The importance of exercise is legend. Hippocrates wrote about exercise as physical morality and our responsibility to care for ourselves. The current reasons to exercise range from improvement in brain function, decrease in disease to just plain relaxation, fun and camaraderie. Exercise improves posture enables sound body mechanics and the prevention of injury.
In 20 minutes a day of regular gentle stretching one can stretch tight muscles and strengthen weak muscles to help relieve and prevent back neck and other joint pain. One can do simple exercises in a living room, bedroom, hotel room and even an office. They require no special clothing or equipment.
Stretch every day!
Millions rely on clinics, prescription medication and surgery for pain relief. But there is an alternative: Gentle stretching of all the large muscle groups of your body. Wherever you are you always have easy and immediate access to one of the most powerful prescriptions for physical pain: stretching. Stretching requires NO special equipment and takes very little time.
When we think of getting in shape we tend to think of strenuous aerobic activity: jogging, playing tennis or working out an elliptical machine. This type of exercise is important for cardiovascular health. But, there are three elements of physical fitness: flexibility, strength and cardiovascular health. Stretching can help you improve all three.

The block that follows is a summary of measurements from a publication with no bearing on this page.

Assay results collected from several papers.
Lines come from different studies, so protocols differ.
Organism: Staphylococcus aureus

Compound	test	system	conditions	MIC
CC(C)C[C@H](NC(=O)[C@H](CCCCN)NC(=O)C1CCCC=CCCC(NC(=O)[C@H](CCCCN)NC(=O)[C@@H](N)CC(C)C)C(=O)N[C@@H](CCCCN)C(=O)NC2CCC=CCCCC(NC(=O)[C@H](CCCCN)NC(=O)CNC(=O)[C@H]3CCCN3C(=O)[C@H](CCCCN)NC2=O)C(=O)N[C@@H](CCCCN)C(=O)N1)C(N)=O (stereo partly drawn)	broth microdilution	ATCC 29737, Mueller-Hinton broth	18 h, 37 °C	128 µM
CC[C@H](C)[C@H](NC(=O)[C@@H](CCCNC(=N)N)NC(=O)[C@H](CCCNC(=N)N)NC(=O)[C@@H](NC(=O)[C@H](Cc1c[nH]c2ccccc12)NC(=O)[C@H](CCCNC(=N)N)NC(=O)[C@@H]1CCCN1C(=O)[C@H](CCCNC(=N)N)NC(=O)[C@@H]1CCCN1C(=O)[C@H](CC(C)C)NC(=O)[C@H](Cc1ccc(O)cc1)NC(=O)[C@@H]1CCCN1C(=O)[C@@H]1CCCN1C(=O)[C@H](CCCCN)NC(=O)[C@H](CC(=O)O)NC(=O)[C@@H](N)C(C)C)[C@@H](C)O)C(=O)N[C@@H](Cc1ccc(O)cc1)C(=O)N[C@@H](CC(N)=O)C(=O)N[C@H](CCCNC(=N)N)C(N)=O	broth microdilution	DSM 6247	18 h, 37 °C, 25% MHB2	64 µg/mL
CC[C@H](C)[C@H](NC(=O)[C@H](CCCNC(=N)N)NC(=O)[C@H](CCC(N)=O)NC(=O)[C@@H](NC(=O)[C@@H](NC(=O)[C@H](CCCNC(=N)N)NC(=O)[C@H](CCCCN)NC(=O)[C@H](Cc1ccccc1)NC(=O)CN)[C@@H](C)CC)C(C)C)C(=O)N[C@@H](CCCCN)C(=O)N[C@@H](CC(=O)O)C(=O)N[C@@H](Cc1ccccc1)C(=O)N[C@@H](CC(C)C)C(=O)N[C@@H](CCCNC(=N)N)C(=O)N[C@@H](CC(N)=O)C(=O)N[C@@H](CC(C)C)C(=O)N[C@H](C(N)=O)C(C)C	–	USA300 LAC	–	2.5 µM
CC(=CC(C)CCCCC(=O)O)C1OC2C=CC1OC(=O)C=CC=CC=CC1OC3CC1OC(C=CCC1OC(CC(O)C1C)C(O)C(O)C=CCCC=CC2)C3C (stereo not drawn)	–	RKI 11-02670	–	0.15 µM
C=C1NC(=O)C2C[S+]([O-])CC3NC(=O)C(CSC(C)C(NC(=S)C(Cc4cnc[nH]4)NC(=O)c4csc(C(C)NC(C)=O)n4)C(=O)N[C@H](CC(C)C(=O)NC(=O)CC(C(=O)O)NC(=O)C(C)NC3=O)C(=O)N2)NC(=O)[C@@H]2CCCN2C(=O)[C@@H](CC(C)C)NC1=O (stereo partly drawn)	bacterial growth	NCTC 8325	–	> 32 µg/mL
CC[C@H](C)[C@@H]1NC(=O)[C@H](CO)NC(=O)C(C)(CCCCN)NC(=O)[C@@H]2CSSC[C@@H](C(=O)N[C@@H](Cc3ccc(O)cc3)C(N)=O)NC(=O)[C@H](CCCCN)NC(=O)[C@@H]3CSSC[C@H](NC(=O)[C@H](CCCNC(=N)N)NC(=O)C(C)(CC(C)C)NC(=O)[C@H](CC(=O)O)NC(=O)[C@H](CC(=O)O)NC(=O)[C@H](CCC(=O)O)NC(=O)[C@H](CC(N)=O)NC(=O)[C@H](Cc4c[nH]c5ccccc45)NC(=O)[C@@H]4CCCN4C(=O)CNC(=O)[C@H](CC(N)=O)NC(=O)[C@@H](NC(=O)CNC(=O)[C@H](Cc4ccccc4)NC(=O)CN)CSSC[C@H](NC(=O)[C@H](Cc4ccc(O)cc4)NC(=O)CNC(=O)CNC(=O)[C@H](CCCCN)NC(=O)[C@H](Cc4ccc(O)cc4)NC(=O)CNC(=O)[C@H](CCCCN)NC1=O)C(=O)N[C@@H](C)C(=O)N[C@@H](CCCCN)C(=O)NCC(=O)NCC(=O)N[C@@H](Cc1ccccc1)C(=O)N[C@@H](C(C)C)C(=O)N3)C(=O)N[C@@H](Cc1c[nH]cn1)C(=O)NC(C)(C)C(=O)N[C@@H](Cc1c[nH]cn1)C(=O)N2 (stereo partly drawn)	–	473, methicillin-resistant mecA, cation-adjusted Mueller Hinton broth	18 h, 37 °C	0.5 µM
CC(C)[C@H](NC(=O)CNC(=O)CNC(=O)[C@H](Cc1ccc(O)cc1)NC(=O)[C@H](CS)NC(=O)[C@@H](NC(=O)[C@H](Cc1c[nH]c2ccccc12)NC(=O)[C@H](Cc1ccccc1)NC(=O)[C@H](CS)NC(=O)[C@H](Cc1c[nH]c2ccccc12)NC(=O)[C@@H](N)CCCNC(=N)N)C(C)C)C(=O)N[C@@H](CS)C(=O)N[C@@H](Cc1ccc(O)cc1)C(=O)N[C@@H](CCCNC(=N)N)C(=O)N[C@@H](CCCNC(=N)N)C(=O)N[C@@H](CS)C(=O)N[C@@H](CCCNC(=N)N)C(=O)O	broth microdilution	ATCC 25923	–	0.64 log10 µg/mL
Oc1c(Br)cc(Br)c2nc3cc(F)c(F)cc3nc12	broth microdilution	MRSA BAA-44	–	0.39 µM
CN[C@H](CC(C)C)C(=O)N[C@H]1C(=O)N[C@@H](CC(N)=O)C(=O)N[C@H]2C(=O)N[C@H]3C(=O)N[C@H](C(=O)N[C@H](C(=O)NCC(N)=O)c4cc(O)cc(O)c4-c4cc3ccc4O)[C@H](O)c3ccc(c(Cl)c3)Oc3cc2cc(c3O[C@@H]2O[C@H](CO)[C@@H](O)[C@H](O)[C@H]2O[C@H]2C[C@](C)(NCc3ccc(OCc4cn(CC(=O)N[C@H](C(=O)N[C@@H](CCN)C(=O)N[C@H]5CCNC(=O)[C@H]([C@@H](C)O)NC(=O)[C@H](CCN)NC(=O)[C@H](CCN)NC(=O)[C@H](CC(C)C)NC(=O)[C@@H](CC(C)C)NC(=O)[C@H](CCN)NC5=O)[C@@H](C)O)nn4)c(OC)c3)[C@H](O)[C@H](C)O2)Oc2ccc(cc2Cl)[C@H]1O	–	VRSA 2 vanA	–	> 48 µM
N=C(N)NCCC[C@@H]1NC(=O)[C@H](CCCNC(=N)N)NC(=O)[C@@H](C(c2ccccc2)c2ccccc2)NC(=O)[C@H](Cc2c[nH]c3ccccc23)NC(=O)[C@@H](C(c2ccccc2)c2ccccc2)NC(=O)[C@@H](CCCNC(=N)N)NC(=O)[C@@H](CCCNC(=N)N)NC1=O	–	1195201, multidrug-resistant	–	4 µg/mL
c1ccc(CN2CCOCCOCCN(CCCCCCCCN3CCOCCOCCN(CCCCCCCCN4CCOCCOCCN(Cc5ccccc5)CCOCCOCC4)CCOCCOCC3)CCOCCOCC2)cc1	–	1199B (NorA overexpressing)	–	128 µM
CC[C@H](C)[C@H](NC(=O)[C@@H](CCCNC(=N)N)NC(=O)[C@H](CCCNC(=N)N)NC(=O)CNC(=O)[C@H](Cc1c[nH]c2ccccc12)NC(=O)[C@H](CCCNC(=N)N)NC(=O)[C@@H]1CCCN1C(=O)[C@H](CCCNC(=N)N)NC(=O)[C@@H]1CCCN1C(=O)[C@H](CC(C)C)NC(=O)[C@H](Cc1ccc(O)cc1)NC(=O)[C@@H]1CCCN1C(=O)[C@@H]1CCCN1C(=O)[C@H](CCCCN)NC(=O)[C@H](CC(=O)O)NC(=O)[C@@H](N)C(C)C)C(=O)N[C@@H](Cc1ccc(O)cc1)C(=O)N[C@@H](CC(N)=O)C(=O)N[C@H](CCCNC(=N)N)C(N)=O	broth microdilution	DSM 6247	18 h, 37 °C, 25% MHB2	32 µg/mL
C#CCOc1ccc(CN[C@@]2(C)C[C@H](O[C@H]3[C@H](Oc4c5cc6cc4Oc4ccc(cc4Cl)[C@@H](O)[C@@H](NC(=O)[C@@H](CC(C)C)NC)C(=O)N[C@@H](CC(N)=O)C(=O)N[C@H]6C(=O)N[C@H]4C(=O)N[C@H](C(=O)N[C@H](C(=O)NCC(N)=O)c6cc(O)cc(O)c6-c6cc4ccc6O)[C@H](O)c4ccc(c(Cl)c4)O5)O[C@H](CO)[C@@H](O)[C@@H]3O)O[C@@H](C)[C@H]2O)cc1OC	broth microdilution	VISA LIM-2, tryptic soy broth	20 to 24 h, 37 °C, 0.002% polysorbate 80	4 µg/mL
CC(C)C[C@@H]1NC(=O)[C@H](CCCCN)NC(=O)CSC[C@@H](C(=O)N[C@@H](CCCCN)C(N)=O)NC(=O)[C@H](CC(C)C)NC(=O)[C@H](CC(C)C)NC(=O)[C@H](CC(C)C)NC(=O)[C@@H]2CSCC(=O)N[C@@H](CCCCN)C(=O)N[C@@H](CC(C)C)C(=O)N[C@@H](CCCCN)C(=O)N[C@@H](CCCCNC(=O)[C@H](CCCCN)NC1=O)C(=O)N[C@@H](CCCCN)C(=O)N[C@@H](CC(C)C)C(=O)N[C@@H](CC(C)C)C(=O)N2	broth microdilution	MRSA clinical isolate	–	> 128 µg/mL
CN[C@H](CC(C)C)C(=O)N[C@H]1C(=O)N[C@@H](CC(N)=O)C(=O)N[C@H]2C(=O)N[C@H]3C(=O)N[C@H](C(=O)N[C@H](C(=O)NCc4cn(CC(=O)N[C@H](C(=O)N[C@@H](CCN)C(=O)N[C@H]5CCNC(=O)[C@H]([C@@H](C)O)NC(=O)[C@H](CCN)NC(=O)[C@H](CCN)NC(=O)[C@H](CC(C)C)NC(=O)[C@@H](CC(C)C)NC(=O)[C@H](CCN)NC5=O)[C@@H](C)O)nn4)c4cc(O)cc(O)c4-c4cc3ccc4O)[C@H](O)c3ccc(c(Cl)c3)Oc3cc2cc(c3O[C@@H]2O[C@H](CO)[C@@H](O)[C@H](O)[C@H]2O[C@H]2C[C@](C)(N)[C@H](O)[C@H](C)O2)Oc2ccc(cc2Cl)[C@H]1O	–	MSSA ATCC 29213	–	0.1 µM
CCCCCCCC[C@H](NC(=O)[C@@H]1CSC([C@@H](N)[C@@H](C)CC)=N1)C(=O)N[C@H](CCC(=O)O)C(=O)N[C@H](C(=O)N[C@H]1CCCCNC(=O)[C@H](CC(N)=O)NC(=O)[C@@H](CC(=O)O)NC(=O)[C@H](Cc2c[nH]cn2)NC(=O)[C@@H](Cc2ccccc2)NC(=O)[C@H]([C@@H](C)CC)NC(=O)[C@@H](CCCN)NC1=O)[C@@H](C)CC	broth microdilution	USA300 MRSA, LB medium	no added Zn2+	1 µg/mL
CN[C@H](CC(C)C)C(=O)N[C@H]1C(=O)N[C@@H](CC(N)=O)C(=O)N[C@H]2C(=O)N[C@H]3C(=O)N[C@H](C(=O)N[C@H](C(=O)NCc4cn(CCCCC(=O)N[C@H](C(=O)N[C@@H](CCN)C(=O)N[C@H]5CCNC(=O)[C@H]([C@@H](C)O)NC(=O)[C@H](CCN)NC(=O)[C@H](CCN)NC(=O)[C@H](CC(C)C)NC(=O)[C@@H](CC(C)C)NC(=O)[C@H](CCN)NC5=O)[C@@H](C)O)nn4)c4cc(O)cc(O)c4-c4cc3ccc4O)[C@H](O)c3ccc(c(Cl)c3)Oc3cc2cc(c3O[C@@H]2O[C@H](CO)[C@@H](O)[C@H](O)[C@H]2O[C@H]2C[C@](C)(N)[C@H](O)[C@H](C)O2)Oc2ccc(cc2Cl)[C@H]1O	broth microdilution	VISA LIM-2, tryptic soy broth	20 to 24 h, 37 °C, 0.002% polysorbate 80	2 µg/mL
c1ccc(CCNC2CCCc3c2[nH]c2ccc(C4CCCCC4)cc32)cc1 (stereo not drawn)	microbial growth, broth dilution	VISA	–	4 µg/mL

Flexibility – Muscles that are flexible are less prone to injury. Gentle stretching to a normal range of motion increases flexibility. There is no reason to stretch to extremes.
Strength – Many believe that heavy weight and hundreds of challenging exercises are the only way to gain strength. But an easier exercise routine that you can perform on your own regularly, meaning everyday, can do more to improve overall strength. Simple stretches, performed regularly, slowly and routinely build muscle tone and strength.
Cardiovascular health – One should stretch before and after aerobic exercise. Stretching reduces the risk of injury and readies the muscles to pump more blood and oxygen through your cardiovascular system.